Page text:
Although associated with Italy, the classic potato dumpling is also an integral part of cooking in Nice and the surrounding villages, says Rosa Jackson
Rosa Jackson reveals how potato dumplings are given a twist in Nice.
Visit any fresh pasta shop in Nice and you will see dark-green gnocchi shaped like tiny baguettes, plump in the middle and pointy at each end. Their unusual shape led them to be dubbed merda de can in the local language, translating less poetically as ‘dog poo’.
A local anomaly, these gnocchi resulted from the abundance of Swiss chard in the region, which made its way into many thrifty dishes. If gnocchi seem more Italian than French, Nice and its surrounding mountains have a long association with Piedmont and Liguria that brought the adoption of many dishes – though some Niçois boldly assert that these pillowy potato dumplings originated in their city.
Gnocchi are firmly embedded in the local culture, appearing alongside the beef stew called daube or as a stand-alone starter or main course, topped with bolognese, pistou (pesto without pine nuts) or perhaps a creamy Gorgonzola or mushroom sauce. Because of their more distinctive, almost earthy flavour, merda de can require little embellishment: delicate Nice olive oil and grated Parmesan can be enough, though tomato or mushroom sauce also makes a good match.
If gnocchi and merda de can are easy to buy in local pasta shops, many families uphold the tradition of making their own on special occasions. I had a chance to roll and shape gnocchi in the village of Coaraze outside Nice with farmer Claude Ascani and her 96-yearold mother Marguerite, who deftly flipped the little dough balls on a fork to create the distinctive indent and ridges that allow the sauce to adhere.
Fluffy gnocchi start with large, floury potatoes – the Bintje or Mona Lisa varieties sold in France work well – which may be boiled whole in their skins before being peeled, or baked in the oven on a bed of coarse salt, as I do. The idea is for the potatoes not to absorb water as they cook. If I am adding chard leaves, I cut off their stems before blanching them in boiling water for a minute or two, rinsing them in cold water and squeezing out every bit of excess water.
Once the potatoes are mashed – or ideally passed through a food mill, which creates a light, smooth texture – most cooks will add one egg per kilogram of potatoes, which helps the gnocchi hold their shape. For green gnocchi, the chard is chopped up very small and added at this point. The tricky part for the novice is determining how much flour to add: as a general rule, 300g (11oz) of flour per kilogram (2¼lb) of potatoes works well, though expert cooks will adjust the quantity as needed, depending on the dough’s texture. “I thought she had used too much,” Claude admitted when we made gnocchi with her mother, “but they are just right.” The key is to create a dough that is soft but not sticky, which makes it easy to shape.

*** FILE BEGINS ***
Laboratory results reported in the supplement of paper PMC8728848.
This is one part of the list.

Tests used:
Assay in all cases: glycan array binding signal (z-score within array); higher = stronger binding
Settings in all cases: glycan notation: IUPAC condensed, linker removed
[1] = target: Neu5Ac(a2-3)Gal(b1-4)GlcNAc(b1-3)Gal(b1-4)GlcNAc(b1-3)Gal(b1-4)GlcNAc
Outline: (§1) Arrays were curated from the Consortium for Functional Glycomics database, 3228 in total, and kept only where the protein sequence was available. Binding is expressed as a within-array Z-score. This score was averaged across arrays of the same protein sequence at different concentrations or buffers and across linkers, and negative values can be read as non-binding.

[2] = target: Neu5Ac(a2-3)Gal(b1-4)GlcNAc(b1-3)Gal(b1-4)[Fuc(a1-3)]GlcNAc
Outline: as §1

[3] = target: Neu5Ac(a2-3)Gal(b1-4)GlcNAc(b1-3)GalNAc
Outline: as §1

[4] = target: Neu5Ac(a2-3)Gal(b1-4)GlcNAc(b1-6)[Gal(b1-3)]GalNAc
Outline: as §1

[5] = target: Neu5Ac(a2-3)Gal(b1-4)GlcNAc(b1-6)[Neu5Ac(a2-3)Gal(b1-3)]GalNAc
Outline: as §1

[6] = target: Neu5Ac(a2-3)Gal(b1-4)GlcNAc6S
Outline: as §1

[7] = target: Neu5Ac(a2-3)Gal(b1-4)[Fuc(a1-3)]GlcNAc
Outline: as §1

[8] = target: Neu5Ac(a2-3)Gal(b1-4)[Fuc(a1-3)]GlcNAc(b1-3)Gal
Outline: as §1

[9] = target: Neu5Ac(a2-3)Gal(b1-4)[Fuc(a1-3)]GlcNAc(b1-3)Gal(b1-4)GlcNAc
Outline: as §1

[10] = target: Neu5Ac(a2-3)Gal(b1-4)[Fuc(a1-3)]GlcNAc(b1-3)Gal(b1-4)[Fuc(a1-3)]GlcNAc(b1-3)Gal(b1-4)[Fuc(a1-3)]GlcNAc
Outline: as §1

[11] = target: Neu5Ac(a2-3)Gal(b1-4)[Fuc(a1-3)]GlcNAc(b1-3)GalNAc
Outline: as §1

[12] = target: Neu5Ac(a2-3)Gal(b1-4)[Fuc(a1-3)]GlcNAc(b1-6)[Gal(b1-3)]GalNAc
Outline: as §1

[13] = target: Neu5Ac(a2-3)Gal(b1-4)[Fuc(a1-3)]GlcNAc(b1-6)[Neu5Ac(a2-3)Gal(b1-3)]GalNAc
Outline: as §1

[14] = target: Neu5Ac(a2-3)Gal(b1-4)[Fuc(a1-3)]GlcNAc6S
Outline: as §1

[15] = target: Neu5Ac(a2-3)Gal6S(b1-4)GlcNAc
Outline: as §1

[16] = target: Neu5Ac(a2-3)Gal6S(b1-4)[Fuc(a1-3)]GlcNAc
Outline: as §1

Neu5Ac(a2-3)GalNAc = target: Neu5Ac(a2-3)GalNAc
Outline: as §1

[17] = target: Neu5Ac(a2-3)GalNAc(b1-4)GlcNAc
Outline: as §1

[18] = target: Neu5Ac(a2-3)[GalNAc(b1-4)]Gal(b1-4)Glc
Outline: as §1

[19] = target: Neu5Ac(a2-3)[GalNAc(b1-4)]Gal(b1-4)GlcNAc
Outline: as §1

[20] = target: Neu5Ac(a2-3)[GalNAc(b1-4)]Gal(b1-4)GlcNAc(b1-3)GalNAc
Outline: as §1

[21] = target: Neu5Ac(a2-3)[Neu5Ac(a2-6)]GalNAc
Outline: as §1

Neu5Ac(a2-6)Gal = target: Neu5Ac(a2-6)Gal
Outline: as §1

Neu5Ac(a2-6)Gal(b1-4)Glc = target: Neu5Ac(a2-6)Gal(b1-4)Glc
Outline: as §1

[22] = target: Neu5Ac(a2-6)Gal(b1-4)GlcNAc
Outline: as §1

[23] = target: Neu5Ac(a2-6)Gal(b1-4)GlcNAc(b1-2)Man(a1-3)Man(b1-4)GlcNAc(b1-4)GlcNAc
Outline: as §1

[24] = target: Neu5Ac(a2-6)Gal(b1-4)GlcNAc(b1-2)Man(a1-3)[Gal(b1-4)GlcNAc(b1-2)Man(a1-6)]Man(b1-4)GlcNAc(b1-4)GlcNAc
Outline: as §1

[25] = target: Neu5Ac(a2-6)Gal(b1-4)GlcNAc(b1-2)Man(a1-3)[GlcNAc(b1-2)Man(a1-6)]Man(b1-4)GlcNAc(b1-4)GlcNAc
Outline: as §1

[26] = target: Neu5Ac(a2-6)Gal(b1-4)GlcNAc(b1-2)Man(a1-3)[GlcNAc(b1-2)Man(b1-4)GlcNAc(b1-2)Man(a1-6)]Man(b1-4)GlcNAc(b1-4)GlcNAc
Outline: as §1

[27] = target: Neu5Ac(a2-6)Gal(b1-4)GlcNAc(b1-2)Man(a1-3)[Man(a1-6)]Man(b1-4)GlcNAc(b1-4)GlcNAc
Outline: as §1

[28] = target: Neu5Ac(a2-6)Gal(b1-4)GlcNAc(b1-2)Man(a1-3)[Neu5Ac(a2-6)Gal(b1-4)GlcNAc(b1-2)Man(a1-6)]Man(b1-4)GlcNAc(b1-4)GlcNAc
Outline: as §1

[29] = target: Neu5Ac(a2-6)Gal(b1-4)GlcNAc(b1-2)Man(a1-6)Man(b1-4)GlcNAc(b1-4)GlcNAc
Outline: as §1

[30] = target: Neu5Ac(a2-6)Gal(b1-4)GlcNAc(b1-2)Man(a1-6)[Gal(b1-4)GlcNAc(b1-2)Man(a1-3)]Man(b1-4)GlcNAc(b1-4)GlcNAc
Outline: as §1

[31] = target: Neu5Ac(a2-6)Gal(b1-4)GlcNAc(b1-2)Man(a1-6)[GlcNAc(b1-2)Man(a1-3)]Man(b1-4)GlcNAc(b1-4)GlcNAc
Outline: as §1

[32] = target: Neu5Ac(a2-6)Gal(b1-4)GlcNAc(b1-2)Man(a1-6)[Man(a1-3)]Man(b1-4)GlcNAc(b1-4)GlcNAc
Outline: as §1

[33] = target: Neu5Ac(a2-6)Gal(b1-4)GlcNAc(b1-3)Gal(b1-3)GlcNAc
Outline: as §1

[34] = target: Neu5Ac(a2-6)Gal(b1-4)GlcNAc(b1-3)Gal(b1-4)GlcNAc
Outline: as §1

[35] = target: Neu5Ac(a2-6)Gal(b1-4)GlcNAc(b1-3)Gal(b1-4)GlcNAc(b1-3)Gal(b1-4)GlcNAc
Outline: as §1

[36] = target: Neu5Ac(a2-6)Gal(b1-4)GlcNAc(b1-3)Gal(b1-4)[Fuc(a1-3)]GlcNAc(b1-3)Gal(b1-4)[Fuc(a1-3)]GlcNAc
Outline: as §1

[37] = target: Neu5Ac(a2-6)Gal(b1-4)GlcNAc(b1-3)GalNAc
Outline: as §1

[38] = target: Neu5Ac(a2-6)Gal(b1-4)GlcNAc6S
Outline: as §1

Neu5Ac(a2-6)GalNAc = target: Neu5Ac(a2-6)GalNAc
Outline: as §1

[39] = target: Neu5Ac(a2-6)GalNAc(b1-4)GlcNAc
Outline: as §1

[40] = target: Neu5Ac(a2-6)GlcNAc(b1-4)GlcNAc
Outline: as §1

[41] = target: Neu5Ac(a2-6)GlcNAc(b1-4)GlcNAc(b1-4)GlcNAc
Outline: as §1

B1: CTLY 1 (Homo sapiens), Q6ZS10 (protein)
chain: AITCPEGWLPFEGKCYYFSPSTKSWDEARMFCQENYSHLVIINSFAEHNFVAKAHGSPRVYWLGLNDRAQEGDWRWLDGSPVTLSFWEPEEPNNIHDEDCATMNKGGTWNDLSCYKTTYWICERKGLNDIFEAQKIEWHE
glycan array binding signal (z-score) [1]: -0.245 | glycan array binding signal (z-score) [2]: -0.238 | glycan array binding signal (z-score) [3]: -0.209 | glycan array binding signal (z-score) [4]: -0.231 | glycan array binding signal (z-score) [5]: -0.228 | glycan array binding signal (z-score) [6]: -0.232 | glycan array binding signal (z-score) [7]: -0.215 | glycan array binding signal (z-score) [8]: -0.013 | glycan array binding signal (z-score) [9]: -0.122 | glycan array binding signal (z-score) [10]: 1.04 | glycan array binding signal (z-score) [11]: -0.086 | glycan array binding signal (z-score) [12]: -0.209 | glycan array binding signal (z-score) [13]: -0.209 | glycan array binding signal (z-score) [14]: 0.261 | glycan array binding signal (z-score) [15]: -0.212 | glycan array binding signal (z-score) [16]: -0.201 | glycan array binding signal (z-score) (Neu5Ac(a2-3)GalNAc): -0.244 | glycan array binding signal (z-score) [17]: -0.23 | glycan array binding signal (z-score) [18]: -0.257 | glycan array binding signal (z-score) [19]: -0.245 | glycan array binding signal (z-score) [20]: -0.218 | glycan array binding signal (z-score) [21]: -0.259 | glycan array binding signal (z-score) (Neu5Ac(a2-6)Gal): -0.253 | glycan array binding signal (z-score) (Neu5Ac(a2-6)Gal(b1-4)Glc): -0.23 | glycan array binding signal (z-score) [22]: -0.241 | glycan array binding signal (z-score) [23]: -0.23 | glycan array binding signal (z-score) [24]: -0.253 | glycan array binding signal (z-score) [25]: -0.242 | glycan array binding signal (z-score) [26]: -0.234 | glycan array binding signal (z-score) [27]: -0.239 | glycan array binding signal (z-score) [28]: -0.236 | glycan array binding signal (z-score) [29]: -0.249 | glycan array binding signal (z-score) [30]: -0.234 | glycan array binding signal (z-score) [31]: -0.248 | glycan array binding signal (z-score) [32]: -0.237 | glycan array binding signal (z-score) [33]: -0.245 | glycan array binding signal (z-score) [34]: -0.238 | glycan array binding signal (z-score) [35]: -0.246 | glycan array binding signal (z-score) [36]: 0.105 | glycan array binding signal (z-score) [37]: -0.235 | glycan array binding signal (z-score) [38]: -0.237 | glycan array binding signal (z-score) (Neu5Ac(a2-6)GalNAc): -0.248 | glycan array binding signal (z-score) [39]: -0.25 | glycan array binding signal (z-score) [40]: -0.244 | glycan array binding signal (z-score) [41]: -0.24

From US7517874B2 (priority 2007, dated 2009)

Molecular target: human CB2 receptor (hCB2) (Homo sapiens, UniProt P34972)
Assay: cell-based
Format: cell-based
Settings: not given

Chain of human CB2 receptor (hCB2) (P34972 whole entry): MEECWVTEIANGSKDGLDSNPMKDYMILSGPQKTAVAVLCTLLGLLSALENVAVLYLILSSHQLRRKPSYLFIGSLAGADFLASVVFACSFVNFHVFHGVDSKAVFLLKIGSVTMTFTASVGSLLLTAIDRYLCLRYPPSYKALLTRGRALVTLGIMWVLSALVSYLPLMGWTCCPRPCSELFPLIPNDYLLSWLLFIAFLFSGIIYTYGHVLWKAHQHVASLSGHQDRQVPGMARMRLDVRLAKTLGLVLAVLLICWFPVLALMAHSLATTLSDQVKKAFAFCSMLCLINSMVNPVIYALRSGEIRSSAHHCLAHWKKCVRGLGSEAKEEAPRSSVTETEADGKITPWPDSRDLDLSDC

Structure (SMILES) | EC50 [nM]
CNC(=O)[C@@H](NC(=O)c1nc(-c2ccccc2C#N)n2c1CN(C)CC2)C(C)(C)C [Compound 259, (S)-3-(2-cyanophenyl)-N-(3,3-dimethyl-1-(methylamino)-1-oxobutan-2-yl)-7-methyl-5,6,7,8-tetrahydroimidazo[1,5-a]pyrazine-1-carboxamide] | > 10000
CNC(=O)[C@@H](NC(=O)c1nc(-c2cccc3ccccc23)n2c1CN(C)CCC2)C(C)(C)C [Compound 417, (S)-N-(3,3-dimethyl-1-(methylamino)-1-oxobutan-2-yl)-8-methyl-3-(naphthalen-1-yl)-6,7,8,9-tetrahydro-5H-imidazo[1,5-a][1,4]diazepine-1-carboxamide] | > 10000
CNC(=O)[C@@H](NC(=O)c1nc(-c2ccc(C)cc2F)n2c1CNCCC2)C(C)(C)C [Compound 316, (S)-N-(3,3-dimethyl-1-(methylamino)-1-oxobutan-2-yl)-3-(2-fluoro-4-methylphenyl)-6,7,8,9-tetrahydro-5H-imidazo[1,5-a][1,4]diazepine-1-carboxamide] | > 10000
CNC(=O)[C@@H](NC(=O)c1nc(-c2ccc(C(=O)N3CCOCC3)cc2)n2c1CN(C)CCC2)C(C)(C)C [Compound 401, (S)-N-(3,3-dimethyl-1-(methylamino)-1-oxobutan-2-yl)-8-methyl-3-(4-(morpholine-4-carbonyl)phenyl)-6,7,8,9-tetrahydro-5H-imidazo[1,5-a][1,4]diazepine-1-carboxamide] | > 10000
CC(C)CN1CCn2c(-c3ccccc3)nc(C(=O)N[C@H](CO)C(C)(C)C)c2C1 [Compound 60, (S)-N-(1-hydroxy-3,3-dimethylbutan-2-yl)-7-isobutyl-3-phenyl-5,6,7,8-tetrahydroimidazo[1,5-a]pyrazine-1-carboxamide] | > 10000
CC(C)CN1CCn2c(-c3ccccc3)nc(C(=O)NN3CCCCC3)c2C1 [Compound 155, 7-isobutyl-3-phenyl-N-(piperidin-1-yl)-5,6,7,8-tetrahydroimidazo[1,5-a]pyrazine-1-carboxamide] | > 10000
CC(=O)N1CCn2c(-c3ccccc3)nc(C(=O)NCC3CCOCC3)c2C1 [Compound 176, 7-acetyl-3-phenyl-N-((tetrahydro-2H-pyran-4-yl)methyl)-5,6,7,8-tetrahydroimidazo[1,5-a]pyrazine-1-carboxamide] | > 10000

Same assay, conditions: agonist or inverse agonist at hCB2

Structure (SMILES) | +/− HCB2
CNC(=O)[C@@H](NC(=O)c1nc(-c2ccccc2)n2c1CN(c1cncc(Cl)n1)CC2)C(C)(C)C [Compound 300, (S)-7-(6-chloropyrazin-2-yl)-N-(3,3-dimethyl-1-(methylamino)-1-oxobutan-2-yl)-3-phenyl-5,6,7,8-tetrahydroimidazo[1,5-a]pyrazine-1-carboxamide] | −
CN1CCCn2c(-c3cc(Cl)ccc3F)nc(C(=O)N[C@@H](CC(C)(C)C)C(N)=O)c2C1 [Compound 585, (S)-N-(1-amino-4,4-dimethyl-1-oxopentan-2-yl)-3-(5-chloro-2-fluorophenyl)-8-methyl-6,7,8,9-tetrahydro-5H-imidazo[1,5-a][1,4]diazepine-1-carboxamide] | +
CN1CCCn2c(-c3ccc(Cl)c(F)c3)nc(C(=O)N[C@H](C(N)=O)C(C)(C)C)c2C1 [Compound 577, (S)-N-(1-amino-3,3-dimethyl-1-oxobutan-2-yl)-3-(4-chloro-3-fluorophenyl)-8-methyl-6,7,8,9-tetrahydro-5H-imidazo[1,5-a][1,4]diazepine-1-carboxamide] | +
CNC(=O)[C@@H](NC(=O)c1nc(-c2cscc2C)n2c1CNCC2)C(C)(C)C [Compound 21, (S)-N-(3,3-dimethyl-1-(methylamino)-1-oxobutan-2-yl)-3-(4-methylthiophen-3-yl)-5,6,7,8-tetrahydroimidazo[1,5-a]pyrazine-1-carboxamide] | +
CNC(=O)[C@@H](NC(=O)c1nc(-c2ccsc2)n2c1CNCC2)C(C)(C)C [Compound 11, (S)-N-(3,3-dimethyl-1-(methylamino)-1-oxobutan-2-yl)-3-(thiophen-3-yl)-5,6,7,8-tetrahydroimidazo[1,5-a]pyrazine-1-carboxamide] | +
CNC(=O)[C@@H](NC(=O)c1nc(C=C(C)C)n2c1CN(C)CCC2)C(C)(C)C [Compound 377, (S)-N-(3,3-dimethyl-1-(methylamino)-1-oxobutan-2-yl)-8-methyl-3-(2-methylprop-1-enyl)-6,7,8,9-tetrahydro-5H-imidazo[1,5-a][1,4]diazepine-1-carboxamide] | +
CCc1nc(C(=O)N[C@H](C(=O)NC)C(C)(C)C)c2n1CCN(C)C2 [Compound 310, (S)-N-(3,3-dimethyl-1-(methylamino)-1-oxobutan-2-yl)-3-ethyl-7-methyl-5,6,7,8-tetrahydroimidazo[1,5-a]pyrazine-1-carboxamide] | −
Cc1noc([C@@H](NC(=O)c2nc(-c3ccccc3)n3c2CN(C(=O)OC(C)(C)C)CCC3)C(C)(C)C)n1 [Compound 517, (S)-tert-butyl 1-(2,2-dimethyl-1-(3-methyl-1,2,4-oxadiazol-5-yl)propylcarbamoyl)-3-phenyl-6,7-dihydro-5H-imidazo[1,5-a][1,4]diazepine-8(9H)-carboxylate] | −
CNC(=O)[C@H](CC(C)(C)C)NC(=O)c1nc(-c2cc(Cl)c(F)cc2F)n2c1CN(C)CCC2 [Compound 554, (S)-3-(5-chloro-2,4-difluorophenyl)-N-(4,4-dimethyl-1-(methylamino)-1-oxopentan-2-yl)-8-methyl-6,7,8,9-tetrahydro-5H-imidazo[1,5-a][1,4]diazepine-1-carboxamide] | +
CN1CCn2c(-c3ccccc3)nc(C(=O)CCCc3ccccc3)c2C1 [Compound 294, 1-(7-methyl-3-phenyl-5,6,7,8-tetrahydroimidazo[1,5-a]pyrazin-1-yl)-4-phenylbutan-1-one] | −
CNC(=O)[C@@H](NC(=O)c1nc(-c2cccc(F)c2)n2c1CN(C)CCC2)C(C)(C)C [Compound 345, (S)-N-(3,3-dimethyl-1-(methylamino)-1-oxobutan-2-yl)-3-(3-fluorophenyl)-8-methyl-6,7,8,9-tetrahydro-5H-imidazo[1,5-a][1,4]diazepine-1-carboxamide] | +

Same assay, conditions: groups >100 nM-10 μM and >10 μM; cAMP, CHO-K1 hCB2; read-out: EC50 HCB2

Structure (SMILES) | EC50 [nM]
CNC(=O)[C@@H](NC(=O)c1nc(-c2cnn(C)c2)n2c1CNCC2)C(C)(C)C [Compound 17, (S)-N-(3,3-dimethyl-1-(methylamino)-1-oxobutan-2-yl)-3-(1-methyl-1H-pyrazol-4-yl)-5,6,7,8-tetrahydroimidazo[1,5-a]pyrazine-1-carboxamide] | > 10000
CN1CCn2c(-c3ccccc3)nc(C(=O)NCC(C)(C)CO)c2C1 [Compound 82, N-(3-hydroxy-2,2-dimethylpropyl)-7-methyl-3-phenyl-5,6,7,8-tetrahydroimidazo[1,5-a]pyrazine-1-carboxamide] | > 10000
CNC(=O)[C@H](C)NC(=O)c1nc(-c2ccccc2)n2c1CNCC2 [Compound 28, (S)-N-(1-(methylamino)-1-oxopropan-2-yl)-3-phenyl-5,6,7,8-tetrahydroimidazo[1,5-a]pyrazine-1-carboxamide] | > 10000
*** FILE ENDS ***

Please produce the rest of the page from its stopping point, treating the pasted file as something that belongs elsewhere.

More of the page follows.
Next, the dough is divided into chunks and rolled by hand on a wooden board to create long, thin sausages, keeping in mind that the gnocchi puff up a bit as they cook. With Marguerite, we lined up three of these sausages and used a pastry cutter to form gnocchi-sized pieces. We then rolled each one on the concave part of a fork so that one side was ridged and the other indented, Marguerite working at three times the speed as the rest of us. Green gnocchi are instead rolled one by one between the palms to create their pointy ends.
After one minute’s cooking in a giant pot of boiling water, Marguerite’s gnocchi were ready to serve with a pesto of wild herbs we had picked in the garden. An Italian guest nodded approvingly: “These are just like the ones we eat in Piedmont.” I am not sure that I shall ever match Marguerite’s expertise, but having learned by her side I am confident at coming close.
THE PERFECT MERDA DE CAN (Green gnocchi) Though gnocchi are not difficult to make, they can be time-consuming, so it’s best to enlist a helper or two as Marguerite did.
• 1kg/2lb floury potatoes • 200g/71/ 2oz chard leaves (weighed without their stems) • 1tsp salt • 1 egg • Around 300g/11oz flour • Coarse sea salt
1. Preheat the oven to 200°C/400°F. Cover the bottom of a roasting tray with coarse salt and place the potatoes on top. Bake for about 1hr, until cooked through to the centre. Set aside until cooled enough to peel, but do not let them cool off completely. 2. Meanwhile, bring a large pot of water to a boil, add 1tbsp of salt and blanch the chard leaves for a couple of minutes. Lift out the chard with a slotted spoon, rinse it in cold water and squeeze out the excess moisture between your hands. Chop very finely. Keep the pot of chard water to cook the gnocchi. 3. Peel the potatoes and mash them or pass them through a food mill. Place the potatoes on a wooden board or your kitchen work surface, and mix in the egg and chard using a pastry cutter or your hands. Do not use a food processor or mixer, as these would turn the potatoes into glue. Add the salt, then the flour about a third at a time, until you have obtained a dough that is soft but not sticky. Use a little more or less flour as needed. 4. Roll the dough by hand into thin sausages about 1.5cm wide and cut each one into 1.5cm lengths. Roll these between your palms so that the centre is thicker than the ends. Set aside and sprinkle with flour. 5. Bring the chard water to a boil and add the gnocchi in batches so as not to crowd the pot. When they float to the top, lift them out with a wooden spoon and place directly on a serving platter or on individual plates. Top with the sauce of your choice.
ABOVE: Farmer Claude Ascani and her mother Marguerite make gnocchi the traditional way
Food critic and cookbook author Rosa Jackson lives in Nice, where she runs the cookery school Les Petits Farcis and writes about food for publications worldwide.